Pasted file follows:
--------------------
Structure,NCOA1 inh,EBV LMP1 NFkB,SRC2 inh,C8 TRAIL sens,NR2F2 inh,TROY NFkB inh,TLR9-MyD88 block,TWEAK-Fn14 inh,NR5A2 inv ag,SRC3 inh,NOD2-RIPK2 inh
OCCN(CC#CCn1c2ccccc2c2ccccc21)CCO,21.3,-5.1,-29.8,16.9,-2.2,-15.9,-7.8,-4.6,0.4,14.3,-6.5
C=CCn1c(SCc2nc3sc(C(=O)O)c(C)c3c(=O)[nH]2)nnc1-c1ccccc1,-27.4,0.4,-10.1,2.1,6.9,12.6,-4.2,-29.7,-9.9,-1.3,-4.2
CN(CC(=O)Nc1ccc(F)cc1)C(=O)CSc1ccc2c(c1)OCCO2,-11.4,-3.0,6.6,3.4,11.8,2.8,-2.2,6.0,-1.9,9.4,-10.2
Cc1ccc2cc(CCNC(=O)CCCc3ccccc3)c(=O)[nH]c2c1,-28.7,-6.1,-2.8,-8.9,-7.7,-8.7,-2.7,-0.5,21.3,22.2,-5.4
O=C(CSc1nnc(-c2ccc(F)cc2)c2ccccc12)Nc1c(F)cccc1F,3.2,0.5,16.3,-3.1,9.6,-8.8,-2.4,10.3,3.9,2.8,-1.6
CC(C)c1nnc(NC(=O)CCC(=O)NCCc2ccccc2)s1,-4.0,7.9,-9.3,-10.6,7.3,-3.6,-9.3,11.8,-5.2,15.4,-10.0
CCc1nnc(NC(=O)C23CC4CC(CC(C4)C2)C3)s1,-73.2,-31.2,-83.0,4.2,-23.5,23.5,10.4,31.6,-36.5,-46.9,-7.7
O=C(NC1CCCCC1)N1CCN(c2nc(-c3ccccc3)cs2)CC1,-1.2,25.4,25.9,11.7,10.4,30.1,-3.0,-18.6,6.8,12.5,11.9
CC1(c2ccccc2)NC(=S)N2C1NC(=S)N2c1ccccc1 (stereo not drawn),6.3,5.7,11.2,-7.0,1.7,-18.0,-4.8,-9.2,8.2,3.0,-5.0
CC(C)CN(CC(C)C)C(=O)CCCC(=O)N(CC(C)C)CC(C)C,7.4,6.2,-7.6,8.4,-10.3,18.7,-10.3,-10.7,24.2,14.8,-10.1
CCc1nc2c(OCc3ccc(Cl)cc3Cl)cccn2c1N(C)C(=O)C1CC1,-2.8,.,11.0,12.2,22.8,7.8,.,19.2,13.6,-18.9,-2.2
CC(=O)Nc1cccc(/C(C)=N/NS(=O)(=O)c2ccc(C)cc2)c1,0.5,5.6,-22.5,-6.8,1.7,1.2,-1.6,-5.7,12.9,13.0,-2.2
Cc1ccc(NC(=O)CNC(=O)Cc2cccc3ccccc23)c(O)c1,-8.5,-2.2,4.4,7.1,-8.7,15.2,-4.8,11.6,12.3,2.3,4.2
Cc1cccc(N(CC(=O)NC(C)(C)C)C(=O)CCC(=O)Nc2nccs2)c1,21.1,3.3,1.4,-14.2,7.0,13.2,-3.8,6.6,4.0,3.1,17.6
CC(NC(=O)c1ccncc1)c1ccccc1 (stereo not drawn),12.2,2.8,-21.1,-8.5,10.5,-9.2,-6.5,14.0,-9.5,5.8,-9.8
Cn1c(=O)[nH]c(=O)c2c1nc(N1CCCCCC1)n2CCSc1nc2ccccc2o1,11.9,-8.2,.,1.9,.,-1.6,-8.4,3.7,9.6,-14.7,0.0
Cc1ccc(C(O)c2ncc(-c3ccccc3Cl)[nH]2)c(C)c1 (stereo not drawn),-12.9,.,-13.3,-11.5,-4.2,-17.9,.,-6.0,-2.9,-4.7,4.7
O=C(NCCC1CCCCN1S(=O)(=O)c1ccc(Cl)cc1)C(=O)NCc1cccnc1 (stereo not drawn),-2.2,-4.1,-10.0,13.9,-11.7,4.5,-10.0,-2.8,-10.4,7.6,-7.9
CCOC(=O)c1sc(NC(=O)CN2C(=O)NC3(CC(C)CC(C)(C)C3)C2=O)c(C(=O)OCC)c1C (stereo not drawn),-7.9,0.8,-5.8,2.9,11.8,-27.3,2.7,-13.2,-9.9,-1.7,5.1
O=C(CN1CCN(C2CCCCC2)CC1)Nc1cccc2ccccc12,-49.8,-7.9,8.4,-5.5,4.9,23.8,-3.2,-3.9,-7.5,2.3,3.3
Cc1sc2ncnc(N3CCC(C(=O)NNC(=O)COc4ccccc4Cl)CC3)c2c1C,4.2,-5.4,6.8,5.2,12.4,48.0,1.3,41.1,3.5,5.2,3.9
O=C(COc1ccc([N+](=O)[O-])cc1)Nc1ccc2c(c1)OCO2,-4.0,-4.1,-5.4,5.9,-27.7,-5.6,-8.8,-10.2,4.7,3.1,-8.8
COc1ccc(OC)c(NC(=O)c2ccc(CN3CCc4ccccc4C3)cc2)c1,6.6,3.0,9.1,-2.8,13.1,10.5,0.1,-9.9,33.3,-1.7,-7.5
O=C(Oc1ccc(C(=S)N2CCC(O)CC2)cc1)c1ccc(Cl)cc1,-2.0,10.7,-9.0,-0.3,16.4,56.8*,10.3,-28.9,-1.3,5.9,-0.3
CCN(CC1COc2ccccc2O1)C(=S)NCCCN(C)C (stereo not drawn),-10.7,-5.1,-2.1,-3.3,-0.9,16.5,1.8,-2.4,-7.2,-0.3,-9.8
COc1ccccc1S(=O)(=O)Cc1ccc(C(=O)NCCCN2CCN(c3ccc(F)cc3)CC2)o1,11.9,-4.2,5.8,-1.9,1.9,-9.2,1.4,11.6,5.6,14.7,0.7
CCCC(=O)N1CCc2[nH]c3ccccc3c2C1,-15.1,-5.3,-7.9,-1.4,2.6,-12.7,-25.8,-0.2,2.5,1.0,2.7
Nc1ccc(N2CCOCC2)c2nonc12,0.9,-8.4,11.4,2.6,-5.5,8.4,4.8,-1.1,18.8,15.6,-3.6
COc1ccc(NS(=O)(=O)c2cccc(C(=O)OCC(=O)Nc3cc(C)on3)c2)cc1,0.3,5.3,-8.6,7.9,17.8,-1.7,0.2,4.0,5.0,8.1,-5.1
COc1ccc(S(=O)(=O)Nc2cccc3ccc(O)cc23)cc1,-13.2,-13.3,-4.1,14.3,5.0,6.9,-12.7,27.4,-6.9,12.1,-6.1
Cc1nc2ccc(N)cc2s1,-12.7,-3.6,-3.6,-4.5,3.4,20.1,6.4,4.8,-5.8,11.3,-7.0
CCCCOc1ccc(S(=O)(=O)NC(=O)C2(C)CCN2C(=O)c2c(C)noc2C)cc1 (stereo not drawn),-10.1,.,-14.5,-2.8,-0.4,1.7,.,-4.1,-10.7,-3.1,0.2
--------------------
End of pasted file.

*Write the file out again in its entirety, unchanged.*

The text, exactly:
Structure,NCOA1 inh,EBV LMP1 NFkB,SRC2 inh,C8 TRAIL sens,NR2F2 inh,TROY NFkB inh,TLR9-MyD88 block,TWEAK-Fn14 inh,NR5A2 inv ag,SRC3 inh,NOD2-RIPK2 inh
OCCN(CC#CCn1c2ccccc2c2ccccc21)CCO,21.3,-5.1,-29.8,16.9,-2.2,-15.9,-7.8,-4.6,0.4,14.3,-6.5
C=CCn1c(SCc2nc3sc(C(=O)O)c(C)c3c(=O)[nH]2)nnc1-c1ccccc1,-27.4,0.4,-10.1,2.1,6.9,12.6,-4.2,-29.7,-9.9,-1.3,-4.2
CN(CC(=O)Nc1ccc(F)cc1)C(=O)CSc1ccc2c(c1)OCCO2,-11.4,-3.0,6.6,3.4,11.8,2.8,-2.2,6.0,-1.9,9.4,-10.2
Cc1ccc2cc(CCNC(=O)CCCc3ccccc3)c(=O)[nH]c2c1,-28.7,-6.1,-2.8,-8.9,-7.7,-8.7,-2.7,-0.5,21.3,22.2,-5.4
O=C(CSc1nnc(-c2ccc(F)cc2)c2ccccc12)Nc1c(F)cccc1F,3.2,0.5,16.3,-3.1,9.6,-8.8,-2.4,10.3,3.9,2.8,-1.6
CC(C)c1nnc(NC(=O)CCC(=O)NCCc2ccccc2)s1,-4.0,7.9,-9.3,-10.6,7.3,-3.6,-9.3,11.8,-5.2,15.4,-10.0
CCc1nnc(NC(=O)C23CC4CC(CC(C4)C2)C3)s1,-73.2,-31.2,-83.0,4.2,-23.5,23.5,10.4,31.6,-36.5,-46.9,-7.7
O=C(NC1CCCCC1)N1CCN(c2nc(-c3ccccc3)cs2)CC1,-1.2,25.4,25.9,11.7,10.4,30.1,-3.0,-18.6,6.8,12.5,11.9
CC1(c2ccccc2)NC(=S)N2C1NC(=S)N2c1ccccc1 (stereo not drawn),6.3,5.7,11.2,-7.0,1.7,-18.0,-4.8,-9.2,8.2,3.0,-5.0
CC(C)CN(CC(C)C)C(=O)CCCC(=O)N(CC(C)C)CC(C)C,7.4,6.2,-7.6,8.4,-10.3,18.7,-10.3,-10.7,24.2,14.8,-10.1
CCc1nc2c(OCc3ccc(Cl)cc3Cl)cccn2c1N(C)C(=O)C1CC1,-2.8,.,11.0,12.2,22.8,7.8,.,19.2,13.6,-18.9,-2.2
CC(=O)Nc1cccc(/C(C)=N/NS(=O)(=O)c2ccc(C)cc2)c1,0.5,5.6,-22.5,-6.8,1.7,1.2,-1.6,-5.7,12.9,13.0,-2.2
Cc1ccc(NC(=O)CNC(=O)Cc2cccc3ccccc23)c(O)c1,-8.5,-2.2,4.4,7.1,-8.7,15.2,-4.8,11.6,12.3,2.3,4.2
Cc1cccc(N(CC(=O)NC(C)(C)C)C(=O)CCC(=O)Nc2nccs2)c1,21.1,3.3,1.4,-14.2,7.0,13.2,-3.8,6.6,4.0,3.1,17.6
CC(NC(=O)c1ccncc1)c1ccccc1 (stereo not drawn),12.2,2.8,-21.1,-8.5,10.5,-9.2,-6.5,14.0,-9.5,5.8,-9.8
Cn1c(=O)[nH]c(=O)c2c1nc(N1CCCCCC1)n2CCSc1nc2ccccc2o1,11.9,-8.2,.,1.9,.,-1.6,-8.4,3.7,9.6,-14.7,0.0
Cc1ccc(C(O)c2ncc(-c3ccccc3Cl)[nH]2)c(C)c1 (stereo not drawn),-12.9,.,-13.3,-11.5,-4.2,-17.9,.,-6.0,-2.9,-4.7,4.7
O=C(NCCC1CCCCN1S(=O)(=O)c1ccc(Cl)cc1)C(=O)NCc1cccnc1 (stereo not drawn),-2.2,-4.1,-10.0,13.9,-11.7,4.5,-10.0,-2.8,-10.4,7.6,-7.9
CCOC(=O)c1sc(NC(=O)CN2C(=O)NC3(CC(C)CC(C)(C)C3)C2=O)c(C(=O)OCC)c1C (stereo not drawn),-7.9,0.8,-5.8,2.9,11.8,-27.3,2.7,-13.2,-9.9,-1.7,5.1
O=C(CN1CCN(C2CCCCC2)CC1)Nc1cccc2ccccc12,-49.8,-7.9,8.4,-5.5,4.9,23.8,-3.2,-3.9,-7.5,2.3,3.3
Cc1sc2ncnc(N3CCC(C(=O)NNC(=O)COc4ccccc4Cl)CC3)c2c1C,4.2,-5.4,6.8,5.2,12.4,48.0,1.3,41.1,3.5,5.2,3.9
O=C(COc1ccc([N+](=O)[O-])cc1)Nc1ccc2c(c1)OCO2,-4.0,-4.1,-5.4,5.9,-27.7,-5.6,-8.8,-10.2,4.7,3.1,-8.8
COc1ccc(OC)c(NC(=O)c2ccc(CN3CCc4ccccc4C3)cc2)c1,6.6,3.0,9.1,-2.8,13.1,10.5,0.1,-9.9,33.3,-1.7,-7.5
O=C(Oc1ccc(C(=S)N2CCC(O)CC2)cc1)c1ccc(Cl)cc1,-2.0,10.7,-9.0,-0.3,16.4,56.8*,10.3,-28.9,-1.3,5.9,-0.3
CCN(CC1COc2ccccc2O1)C(=S)NCCCN(C)C (stereo not drawn),-10.7,-5.1,-2.1,-3.3,-0.9,16.5,1.8,-2.4,-7.2,-0.3,-9.8
COc1ccccc1S(=O)(=O)Cc1ccc(C(=O)NCCCN2CCN(c3ccc(F)cc3)CC2)o1,11.9,-4.2,5.8,-1.9,1.9,-9.2,1.4,11.6,5.6,14.7,0.7
CCCC(=O)N1CCc2[nH]c3ccccc3c2C1,-15.1,-5.3,-7.9,-1.4,2.6,-12.7,-25.8,-0.2,2.5,1.0,2.7
Nc1ccc(N2CCOCC2)c2nonc12,0.9,-8.4,11.4,2.6,-5.5,8.4,4.8,-1.1,18.8,15.6,-3.6
COc1ccc(NS(=O)(=O)c2cccc(C(=O)OCC(=O)Nc3cc(C)on3)c2)cc1,0.3,5.3,-8.6,7.9,17.8,-1.7,0.2,4.0,5.0,8.1,-5.1
COc1ccc(S(=O)(=O)Nc2cccc3ccc(O)cc23)cc1,-13.2,-13.3,-4.1,14.3,5.0,6.9,-12.7,27.4,-6.9,12.1,-6.1
Cc1nc2ccc(N)cc2s1,-12.7,-3.6,-3.6,-4.5,3.4,20.1,6.4,4.8,-5.8,11.3,-7.0
CCCCOc1ccc(S(=O)(=O)NC(=O)C2(C)CCN2C(=O)c2c(C)noc2C)cc1 (stereo not drawn),-10.1,.,-14.5,-2.8,-0.4,1.7,.,-4.1,-10.7,-3.1,0.2